Electronic Arts and Criterion Games have spoken about the technical specifications of Need for Speed Unbound on the current console generation and much more.
After months of buzz and semi-unbelievable rumours, Need for Speed Unbound was officially unveiled a few days ago, promising a new era of NFS-style racing for all franchise fans. The game’s unique visual style will help it stand out in the market, and the developers promise that it will run very well on all platforms.
One of the biggest surprises of the Need for Speed Unbound unveiling was the game’s aesthetic style, which draws from cel-shaded media and perhaps even anime.
The developers have now officially confirmed that Unbound will continue to run on the Frostbite engine and that it will aim for the gold standard of 4K/60 FPS on Xbox Series X and PlayStation 5 consoles. It’s worth pointing out that no specifics were given on how Unbound will perform on Xbox Series S.
Xbox Series S users probably have nothing to worry about, even if the console has seemingly been ignored regarding Unbound’s performance; the good news is that gamers can try NFS Unbound with Game Pass Ultimate. The game’s predecessor, Need for Speed Heat, used the same Frostbite engine and performed reasonably well across the board. Unbound is likely to follow suit, and with physics running at higher frame rates than ever, many of the game’s cars will be more fun to drive than ever before.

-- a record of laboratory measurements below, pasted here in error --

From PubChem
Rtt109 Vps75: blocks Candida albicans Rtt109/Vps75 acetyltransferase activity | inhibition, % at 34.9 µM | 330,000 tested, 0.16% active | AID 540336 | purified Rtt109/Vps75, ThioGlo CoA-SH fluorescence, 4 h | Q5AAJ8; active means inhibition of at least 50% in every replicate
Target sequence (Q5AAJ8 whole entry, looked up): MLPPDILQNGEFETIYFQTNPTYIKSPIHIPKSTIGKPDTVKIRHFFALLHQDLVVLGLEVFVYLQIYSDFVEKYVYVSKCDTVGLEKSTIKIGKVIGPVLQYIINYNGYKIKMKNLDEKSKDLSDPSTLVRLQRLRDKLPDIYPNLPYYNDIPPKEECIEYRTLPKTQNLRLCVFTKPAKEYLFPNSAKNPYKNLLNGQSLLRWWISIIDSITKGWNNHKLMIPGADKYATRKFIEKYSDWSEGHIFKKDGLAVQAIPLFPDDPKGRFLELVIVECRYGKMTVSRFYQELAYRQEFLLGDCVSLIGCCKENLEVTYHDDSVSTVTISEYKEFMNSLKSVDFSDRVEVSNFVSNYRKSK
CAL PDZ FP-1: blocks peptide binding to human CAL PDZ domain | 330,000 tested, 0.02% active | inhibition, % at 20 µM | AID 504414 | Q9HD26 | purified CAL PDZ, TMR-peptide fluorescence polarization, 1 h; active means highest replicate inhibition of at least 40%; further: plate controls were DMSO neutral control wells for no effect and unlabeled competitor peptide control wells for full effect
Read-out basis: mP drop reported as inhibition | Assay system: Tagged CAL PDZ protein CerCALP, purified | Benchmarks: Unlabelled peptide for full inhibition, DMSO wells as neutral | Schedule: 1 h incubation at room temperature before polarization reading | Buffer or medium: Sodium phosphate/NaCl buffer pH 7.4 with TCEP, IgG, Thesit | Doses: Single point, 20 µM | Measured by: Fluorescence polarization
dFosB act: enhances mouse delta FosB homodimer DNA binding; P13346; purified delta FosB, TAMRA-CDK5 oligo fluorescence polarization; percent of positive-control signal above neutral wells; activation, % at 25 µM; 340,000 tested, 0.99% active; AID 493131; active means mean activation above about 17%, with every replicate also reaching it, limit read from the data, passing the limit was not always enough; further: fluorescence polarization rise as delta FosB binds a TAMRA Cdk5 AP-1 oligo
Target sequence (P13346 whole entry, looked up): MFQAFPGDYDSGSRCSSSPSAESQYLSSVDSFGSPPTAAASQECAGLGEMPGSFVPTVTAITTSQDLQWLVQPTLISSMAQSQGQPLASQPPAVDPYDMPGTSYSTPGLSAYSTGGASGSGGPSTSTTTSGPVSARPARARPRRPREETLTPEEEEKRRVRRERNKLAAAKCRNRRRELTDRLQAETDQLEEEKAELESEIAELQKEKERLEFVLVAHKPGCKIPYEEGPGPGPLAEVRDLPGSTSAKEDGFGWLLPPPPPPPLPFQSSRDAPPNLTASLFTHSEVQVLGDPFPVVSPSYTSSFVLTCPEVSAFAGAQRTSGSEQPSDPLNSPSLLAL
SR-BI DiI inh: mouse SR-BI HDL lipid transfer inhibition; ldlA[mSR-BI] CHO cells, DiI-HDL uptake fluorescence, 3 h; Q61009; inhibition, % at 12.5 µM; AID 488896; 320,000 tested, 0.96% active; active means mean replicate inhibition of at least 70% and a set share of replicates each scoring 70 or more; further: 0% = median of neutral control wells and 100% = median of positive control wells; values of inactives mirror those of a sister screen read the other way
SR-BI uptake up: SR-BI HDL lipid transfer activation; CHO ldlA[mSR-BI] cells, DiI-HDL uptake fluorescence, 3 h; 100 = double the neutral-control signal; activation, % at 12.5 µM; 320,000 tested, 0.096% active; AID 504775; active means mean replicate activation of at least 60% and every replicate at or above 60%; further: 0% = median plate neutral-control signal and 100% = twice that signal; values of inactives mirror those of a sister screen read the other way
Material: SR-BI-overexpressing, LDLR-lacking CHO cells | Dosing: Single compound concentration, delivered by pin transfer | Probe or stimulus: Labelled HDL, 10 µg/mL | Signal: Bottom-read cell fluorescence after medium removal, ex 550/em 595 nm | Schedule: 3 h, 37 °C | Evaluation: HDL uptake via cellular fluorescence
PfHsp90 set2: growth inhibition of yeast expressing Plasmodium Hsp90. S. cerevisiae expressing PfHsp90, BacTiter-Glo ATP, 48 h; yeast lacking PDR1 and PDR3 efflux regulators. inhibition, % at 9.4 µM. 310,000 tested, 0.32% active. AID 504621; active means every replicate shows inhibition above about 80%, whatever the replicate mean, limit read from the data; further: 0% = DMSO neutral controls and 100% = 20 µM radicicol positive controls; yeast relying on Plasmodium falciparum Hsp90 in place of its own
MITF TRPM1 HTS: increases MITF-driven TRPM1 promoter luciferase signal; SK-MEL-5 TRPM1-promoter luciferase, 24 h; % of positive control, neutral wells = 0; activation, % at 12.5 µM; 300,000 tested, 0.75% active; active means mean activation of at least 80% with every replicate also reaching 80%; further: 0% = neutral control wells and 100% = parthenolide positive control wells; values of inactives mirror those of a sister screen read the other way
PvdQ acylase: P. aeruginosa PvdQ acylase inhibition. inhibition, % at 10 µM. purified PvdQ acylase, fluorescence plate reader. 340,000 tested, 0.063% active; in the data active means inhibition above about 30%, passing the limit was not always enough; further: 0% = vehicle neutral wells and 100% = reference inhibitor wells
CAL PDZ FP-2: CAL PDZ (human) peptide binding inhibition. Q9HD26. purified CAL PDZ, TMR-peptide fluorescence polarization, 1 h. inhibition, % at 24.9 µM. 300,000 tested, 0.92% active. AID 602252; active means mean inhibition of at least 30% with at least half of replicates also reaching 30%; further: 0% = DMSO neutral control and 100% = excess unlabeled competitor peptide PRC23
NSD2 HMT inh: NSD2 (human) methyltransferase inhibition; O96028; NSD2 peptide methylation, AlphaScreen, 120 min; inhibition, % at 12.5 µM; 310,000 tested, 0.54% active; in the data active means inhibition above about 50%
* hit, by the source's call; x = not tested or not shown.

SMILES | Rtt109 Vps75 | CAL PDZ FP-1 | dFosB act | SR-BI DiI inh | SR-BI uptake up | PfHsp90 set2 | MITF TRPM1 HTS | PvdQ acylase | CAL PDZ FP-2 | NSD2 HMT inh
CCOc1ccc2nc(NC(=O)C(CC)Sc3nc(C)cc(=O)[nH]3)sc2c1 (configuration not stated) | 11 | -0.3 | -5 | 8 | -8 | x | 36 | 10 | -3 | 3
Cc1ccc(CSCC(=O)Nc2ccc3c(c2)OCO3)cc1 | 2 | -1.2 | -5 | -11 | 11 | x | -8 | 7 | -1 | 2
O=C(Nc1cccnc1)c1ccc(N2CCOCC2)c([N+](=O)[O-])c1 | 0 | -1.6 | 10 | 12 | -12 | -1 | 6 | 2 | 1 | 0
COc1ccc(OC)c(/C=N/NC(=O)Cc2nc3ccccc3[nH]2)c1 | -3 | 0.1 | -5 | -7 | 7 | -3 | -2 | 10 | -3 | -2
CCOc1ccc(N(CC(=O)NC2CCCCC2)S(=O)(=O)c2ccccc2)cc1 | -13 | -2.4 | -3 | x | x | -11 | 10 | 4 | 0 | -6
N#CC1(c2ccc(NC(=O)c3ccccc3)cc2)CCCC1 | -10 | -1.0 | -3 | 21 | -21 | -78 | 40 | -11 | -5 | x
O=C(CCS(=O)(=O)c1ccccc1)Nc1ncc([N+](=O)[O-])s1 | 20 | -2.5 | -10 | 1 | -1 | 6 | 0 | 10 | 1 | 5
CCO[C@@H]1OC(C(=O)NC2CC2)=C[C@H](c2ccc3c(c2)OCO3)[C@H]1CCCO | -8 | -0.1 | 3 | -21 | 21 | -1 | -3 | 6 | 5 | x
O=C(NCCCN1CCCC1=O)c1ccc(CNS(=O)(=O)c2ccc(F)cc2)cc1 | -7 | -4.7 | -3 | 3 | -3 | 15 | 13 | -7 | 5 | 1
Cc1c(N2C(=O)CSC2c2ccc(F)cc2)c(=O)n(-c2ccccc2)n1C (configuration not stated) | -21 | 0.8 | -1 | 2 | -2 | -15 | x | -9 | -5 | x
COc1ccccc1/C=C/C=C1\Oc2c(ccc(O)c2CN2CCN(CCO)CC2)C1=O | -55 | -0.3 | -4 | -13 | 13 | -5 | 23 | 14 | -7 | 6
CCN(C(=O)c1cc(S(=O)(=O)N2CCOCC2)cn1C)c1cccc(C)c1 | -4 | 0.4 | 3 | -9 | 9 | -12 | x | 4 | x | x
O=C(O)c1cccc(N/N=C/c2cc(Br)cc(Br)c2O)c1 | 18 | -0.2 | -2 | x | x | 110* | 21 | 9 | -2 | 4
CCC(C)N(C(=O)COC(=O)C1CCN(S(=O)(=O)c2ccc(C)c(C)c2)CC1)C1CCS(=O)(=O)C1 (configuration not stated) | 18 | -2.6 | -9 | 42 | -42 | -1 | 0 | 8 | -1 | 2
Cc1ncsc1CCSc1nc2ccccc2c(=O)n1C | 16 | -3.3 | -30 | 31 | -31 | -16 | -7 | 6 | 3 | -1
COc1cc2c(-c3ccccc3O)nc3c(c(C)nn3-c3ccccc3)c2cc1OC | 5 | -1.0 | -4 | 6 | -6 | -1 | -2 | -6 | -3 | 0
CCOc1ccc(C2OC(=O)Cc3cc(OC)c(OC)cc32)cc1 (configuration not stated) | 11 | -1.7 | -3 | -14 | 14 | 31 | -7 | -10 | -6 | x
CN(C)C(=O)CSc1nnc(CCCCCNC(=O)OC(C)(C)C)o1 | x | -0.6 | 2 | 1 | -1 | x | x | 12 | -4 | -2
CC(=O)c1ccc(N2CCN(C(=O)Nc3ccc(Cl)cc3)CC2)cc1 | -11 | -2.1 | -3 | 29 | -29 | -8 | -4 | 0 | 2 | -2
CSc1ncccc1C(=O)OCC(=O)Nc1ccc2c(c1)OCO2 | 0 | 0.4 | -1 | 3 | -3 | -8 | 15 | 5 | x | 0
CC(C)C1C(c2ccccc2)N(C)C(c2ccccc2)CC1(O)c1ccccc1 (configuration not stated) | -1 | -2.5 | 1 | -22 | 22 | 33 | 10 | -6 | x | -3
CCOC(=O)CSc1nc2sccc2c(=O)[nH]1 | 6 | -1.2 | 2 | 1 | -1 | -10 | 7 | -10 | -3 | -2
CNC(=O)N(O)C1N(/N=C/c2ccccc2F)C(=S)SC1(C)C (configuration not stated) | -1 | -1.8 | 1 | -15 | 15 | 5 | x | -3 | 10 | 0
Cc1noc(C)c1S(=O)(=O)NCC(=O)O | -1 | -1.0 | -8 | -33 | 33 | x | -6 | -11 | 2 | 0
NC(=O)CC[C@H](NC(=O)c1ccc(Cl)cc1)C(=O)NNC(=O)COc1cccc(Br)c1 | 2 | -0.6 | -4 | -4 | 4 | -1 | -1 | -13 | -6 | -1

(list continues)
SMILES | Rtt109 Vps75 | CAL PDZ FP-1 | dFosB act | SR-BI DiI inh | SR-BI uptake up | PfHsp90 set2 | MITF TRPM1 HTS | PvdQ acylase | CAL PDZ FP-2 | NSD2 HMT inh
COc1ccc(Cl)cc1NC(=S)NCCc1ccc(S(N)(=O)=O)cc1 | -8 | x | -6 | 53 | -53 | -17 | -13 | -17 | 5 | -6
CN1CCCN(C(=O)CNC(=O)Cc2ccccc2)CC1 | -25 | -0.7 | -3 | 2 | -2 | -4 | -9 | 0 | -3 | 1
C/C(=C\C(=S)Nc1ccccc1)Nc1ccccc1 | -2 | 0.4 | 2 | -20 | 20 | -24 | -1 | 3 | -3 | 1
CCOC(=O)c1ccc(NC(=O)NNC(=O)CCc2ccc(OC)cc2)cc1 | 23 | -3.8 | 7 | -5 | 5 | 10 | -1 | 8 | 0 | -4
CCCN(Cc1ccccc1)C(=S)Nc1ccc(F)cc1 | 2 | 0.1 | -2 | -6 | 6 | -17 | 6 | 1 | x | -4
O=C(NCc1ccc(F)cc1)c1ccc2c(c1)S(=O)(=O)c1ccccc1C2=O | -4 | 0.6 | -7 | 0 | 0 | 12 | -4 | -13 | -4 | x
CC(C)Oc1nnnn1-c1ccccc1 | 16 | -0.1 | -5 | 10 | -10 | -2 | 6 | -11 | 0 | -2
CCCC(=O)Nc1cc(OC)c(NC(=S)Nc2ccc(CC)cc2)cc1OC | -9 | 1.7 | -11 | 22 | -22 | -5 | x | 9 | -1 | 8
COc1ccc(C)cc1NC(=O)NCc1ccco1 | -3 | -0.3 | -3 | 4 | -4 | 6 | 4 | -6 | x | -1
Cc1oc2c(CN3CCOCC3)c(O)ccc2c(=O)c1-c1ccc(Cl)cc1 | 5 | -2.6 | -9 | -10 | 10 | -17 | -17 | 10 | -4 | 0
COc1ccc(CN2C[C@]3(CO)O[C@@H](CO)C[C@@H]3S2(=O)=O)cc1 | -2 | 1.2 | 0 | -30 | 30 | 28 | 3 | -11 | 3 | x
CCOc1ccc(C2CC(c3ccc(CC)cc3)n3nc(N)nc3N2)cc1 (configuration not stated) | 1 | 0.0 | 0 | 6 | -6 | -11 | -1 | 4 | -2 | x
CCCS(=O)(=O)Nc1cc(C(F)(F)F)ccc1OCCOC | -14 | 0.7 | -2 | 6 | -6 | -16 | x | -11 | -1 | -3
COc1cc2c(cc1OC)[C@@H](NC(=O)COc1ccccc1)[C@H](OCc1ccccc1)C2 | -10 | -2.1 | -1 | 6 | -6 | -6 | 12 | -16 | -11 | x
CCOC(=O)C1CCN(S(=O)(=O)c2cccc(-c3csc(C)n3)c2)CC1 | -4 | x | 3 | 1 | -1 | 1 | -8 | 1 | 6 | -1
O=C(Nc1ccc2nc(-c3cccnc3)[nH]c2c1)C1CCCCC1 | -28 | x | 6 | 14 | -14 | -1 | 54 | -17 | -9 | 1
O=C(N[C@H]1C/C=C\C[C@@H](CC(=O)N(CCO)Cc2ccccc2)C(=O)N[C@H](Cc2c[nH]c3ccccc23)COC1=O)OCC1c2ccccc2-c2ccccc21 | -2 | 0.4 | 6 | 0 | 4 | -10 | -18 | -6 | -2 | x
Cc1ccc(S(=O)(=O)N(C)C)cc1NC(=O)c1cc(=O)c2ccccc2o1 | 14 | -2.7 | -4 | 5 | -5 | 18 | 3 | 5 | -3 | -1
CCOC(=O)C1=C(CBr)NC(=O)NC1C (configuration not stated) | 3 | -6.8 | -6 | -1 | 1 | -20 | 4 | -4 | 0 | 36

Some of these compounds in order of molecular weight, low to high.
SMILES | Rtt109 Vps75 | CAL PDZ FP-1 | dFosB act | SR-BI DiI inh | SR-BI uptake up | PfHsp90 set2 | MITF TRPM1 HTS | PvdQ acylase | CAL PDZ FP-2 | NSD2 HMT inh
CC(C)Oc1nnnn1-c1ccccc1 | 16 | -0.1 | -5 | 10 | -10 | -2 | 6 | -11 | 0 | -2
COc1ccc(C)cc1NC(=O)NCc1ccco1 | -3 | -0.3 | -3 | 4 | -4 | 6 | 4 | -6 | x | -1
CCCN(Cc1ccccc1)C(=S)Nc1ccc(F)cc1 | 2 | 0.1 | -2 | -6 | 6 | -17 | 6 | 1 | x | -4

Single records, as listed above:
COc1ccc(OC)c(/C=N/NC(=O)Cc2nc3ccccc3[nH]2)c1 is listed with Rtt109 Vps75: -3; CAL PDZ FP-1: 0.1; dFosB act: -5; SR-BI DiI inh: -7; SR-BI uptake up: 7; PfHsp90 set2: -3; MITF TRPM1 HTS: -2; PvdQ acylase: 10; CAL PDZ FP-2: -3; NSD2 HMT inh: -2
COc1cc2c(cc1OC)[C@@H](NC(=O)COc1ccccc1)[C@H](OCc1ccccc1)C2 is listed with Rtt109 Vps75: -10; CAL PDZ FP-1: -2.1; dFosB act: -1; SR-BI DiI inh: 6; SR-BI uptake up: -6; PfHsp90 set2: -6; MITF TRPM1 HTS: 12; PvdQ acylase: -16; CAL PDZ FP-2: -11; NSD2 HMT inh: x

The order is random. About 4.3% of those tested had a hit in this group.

The developers at Criterion have still not commented on the complete list of cars in Need for Speed Unbound, which appears to be missing some essential models and manufacturers.
However, they did promise that thanks to the new and improved physics implementation, it will be much easier to feel the difference between driving a high-end Lamborghini and a standard Hyundai, for example.
Now that rumours about the anime elements of Need for Speed Unbound have been confirmed, it will be fascinating to see how the game looks and feels in motion. While arcade racing games often flirt with alternative visual styles, established IPs like Need for Speed rarely make such massive visual changes from one episode to the next. That alone should help Unbound make a name for itself when it hits stores on December 2.